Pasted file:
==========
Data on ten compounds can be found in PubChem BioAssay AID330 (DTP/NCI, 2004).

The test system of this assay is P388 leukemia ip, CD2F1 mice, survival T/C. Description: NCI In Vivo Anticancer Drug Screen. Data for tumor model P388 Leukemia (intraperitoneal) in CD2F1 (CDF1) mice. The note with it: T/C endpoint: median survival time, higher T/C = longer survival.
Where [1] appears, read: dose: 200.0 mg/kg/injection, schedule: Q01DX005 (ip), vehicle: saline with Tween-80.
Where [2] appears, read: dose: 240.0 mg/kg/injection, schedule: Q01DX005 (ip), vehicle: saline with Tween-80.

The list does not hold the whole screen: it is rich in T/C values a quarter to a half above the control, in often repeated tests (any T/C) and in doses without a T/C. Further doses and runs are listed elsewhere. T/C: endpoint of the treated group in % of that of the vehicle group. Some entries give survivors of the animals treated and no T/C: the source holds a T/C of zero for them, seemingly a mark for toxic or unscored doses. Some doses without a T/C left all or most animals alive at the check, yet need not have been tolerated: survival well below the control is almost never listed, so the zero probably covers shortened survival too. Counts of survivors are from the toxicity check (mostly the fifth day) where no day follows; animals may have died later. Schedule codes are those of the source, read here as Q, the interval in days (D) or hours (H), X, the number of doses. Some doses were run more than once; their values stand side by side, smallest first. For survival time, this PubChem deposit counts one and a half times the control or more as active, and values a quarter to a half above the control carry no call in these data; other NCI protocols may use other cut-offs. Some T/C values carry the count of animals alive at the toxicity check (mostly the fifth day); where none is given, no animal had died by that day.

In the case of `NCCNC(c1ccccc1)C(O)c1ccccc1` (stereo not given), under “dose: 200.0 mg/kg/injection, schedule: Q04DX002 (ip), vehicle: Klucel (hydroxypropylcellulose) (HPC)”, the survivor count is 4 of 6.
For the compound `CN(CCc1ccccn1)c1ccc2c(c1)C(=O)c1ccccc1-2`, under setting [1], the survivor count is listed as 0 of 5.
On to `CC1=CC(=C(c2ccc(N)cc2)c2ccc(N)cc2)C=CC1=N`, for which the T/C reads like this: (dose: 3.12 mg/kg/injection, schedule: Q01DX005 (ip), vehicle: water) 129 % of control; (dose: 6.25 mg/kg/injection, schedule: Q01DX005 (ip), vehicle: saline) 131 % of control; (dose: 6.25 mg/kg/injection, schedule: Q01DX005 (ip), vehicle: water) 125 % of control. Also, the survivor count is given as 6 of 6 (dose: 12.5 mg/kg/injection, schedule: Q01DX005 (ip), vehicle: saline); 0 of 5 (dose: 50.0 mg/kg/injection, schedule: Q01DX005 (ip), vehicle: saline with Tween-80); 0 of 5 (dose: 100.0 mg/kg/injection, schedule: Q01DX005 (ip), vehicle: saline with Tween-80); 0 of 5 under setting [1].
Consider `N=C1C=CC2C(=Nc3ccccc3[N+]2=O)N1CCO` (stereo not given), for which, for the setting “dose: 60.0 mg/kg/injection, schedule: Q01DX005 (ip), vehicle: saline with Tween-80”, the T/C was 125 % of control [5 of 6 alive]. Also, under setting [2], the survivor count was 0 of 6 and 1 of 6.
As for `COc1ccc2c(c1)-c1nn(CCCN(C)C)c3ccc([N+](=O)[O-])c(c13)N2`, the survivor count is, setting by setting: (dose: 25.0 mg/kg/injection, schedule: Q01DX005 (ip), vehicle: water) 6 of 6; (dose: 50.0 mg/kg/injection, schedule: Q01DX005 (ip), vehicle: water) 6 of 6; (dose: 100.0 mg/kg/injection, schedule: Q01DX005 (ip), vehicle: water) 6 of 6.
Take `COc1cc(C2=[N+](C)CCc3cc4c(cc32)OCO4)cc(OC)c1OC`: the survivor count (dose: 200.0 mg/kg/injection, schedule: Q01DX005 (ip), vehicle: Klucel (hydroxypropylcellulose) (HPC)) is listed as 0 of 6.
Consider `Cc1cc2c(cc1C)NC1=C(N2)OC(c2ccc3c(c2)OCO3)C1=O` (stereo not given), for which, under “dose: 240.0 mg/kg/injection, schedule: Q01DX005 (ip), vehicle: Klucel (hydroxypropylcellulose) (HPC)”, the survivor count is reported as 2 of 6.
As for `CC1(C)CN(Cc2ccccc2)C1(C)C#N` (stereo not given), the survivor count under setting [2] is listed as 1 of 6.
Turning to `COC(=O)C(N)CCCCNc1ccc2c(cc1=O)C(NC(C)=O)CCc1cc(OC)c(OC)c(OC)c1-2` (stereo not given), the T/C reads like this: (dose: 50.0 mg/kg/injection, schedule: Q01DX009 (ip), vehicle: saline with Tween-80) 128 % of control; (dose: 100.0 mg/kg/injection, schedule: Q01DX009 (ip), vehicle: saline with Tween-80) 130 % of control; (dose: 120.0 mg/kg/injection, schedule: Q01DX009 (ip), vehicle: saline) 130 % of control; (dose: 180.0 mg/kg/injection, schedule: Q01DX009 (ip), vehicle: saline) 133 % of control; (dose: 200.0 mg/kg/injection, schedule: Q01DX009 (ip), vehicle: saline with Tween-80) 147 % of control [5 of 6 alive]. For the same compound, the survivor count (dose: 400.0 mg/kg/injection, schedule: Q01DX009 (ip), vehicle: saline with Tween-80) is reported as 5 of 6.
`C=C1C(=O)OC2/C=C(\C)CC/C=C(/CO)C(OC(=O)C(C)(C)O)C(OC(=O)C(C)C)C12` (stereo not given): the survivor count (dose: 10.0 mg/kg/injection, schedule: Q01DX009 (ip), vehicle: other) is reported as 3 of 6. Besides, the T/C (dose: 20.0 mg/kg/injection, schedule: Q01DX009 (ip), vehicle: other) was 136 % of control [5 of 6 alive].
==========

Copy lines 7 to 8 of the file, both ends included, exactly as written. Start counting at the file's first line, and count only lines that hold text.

For the compound `CN(CCc1ccccn1)c1ccc2c(c1)C(=O)c1ccccc1-2`, under setting [1], the survivor count is listed as 0 of 5.
On to `CC1=CC(=C(c2ccc(N)cc2)c2ccc(N)cc2)C=CC1=N`, for which the T/C reads like this: (dose: 3.12 mg/kg/injection, schedule: Q01DX005 (ip), vehicle: water) 129 % of control; (dose: 6.25 mg/kg/injection, schedule: Q01DX005 (ip), vehicle: saline) 131 % of control; (dose: 6.25 mg/kg/injection, schedule: Q01DX005 (ip), vehicle: water) 125 % of control. Also, the survivor count is given as 6 of 6 (dose: 12.5 mg/kg/injection, schedule: Q01DX005 (ip), vehicle: saline); 0 of 5 (dose: 50.0 mg/kg/injection, schedule: Q01DX005 (ip), vehicle: saline with Tween-80); 0 of 5 (dose: 100.0 mg/kg/injection, schedule: Q01DX005 (ip), vehicle: saline with Tween-80); 0 of 5 under setting [1].